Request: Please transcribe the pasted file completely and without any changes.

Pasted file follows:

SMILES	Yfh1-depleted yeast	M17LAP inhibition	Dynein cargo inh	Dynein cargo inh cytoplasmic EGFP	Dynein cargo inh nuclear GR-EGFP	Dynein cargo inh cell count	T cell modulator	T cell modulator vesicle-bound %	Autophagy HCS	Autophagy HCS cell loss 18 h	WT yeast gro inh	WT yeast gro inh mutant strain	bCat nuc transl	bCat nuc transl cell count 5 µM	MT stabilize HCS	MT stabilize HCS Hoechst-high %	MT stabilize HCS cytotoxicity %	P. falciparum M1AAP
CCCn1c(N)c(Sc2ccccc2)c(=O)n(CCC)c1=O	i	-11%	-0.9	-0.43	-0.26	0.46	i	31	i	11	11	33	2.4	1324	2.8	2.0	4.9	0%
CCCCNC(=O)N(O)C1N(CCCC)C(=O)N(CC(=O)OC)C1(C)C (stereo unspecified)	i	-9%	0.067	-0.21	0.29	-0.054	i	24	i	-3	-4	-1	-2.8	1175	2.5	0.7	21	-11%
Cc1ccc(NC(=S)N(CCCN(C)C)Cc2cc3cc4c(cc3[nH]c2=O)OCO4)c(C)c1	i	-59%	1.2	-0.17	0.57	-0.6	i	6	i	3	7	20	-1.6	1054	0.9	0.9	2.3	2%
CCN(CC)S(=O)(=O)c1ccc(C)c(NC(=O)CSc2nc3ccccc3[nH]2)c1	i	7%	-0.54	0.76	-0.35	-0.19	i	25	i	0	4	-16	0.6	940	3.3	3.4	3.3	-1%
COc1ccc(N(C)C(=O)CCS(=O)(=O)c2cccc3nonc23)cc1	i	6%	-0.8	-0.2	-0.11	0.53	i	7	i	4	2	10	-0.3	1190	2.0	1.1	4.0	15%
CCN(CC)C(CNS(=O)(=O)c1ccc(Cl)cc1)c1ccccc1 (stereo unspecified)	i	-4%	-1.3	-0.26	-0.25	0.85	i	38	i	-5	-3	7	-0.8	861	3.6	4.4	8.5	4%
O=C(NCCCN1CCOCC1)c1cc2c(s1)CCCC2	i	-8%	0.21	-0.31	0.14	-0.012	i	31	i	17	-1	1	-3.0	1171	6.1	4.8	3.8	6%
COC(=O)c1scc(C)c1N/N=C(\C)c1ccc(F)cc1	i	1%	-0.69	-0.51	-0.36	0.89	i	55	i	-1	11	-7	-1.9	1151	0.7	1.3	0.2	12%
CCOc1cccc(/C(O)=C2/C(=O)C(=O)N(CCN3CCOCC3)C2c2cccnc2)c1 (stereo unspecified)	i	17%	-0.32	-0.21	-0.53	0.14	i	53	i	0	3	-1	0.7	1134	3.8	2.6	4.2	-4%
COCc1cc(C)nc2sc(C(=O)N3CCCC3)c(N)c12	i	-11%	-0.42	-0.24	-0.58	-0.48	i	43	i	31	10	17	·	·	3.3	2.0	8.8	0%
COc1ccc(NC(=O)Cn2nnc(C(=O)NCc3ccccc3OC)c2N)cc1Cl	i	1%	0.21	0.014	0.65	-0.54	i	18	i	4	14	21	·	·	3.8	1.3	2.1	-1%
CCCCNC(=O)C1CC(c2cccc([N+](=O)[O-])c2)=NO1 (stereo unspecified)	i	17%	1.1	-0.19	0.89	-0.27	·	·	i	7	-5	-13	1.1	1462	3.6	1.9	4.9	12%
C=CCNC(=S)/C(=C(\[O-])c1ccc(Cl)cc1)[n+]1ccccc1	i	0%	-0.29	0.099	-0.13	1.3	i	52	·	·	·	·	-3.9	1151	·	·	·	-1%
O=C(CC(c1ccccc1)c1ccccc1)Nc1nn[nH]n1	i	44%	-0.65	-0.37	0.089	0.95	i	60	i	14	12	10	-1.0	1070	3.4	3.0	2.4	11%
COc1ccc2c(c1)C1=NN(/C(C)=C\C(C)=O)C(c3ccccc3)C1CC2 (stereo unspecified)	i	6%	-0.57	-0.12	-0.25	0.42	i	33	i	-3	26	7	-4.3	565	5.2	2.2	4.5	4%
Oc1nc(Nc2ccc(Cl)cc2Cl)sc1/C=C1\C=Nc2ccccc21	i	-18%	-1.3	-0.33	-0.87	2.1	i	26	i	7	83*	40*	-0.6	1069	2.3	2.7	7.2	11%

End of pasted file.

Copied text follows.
SMILES	Yfh1-depleted yeast	M17LAP inhibition	Dynein cargo inh	Dynein cargo inh cytoplasmic EGFP	Dynein cargo inh nuclear GR-EGFP	Dynein cargo inh cell count	T cell modulator	T cell modulator vesicle-bound %	Autophagy HCS	Autophagy HCS cell loss 18 h	WT yeast gro inh	WT yeast gro inh mutant strain	bCat nuc transl	bCat nuc transl cell count 5 µM	MT stabilize HCS	MT stabilize HCS Hoechst-high %	MT stabilize HCS cytotoxicity %	P. falciparum M1AAP
CCCn1c(N)c(Sc2ccccc2)c(=O)n(CCC)c1=O	i	-11%	-0.9	-0.43	-0.26	0.46	i	31	i	11	11	33	2.4	1324	2.8	2.0	4.9	0%
CCCCNC(=O)N(O)C1N(CCCC)C(=O)N(CC(=O)OC)C1(C)C (stereo unspecified)	i	-9%	0.067	-0.21	0.29	-0.054	i	24	i	-3	-4	-1	-2.8	1175	2.5	0.7	21	-11%
Cc1ccc(NC(=S)N(CCCN(C)C)Cc2cc3cc4c(cc3[nH]c2=O)OCO4)c(C)c1	i	-59%	1.2	-0.17	0.57	-0.6	i	6	i	3	7	20	-1.6	1054	0.9	0.9	2.3	2%
CCN(CC)S(=O)(=O)c1ccc(C)c(NC(=O)CSc2nc3ccccc3[nH]2)c1	i	7%	-0.54	0.76	-0.35	-0.19	i	25	i	0	4	-16	0.6	940	3.3	3.4	3.3	-1%
COc1ccc(N(C)C(=O)CCS(=O)(=O)c2cccc3nonc23)cc1	i	6%	-0.8	-0.2	-0.11	0.53	i	7	i	4	2	10	-0.3	1190	2.0	1.1	4.0	15%
CCN(CC)C(CNS(=O)(=O)c1ccc(Cl)cc1)c1ccccc1 (stereo unspecified)	i	-4%	-1.3	-0.26	-0.25	0.85	i	38	i	-5	-3	7	-0.8	861	3.6	4.4	8.5	4%
O=C(NCCCN1CCOCC1)c1cc2c(s1)CCCC2	i	-8%	0.21	-0.31	0.14	-0.012	i	31	i	17	-1	1	-3.0	1171	6.1	4.8	3.8	6%
COC(=O)c1scc(C)c1N/N=C(\C)c1ccc(F)cc1	i	1%	-0.69	-0.51	-0.36	0.89	i	55	i	-1	11	-7	-1.9	1151	0.7	1.3	0.2	12%
CCOc1cccc(/C(O)=C2/C(=O)C(=O)N(CCN3CCOCC3)C2c2cccnc2)c1 (stereo unspecified)	i	17%	-0.32	-0.21	-0.53	0.14	i	53	i	0	3	-1	0.7	1134	3.8	2.6	4.2	-4%
COCc1cc(C)nc2sc(C(=O)N3CCCC3)c(N)c12	i	-11%	-0.42	-0.24	-0.58	-0.48	i	43	i	31	10	17	·	·	3.3	2.0	8.8	0%
COc1ccc(NC(=O)Cn2nnc(C(=O)NCc3ccccc3OC)c2N)cc1Cl	i	1%	0.21	0.014	0.65	-0.54	i	18	i	4	14	21	·	·	3.8	1.3	2.1	-1%
CCCCNC(=O)C1CC(c2cccc([N+](=O)[O-])c2)=NO1 (stereo unspecified)	i	17%	1.1	-0.19	0.89	-0.27	·	·	i	7	-5	-13	1.1	1462	3.6	1.9	4.9	12%
C=CCNC(=S)/C(=C(\[O-])c1ccc(Cl)cc1)[n+]1ccccc1	i	0%	-0.29	0.099	-0.13	1.3	i	52	·	·	·	·	-3.9	1151	·	·	·	-1%
O=C(CC(c1ccccc1)c1ccccc1)Nc1nn[nH]n1	i	44%	-0.65	-0.37	0.089	0.95	i	60	i	14	12	10	-1.0	1070	3.4	3.0	2.4	11%
COc1ccc2c(c1)C1=NN(/C(C)=C\C(C)=O)C(c3ccccc3)C1CC2 (stereo unspecified)	i	6%	-0.57	-0.12	-0.25	0.42	i	33	i	-3	26	7	-4.3	565	5.2	2.2	4.5	4%
Oc1nc(Nc2ccc(Cl)cc2Cl)sc1/C=C1\C=Nc2ccccc21	i	-18%	-1.3	-0.33	-0.87	2.1	i	26	i	7	83*	40*	-0.6	1069	2.3	2.7	7.2	11%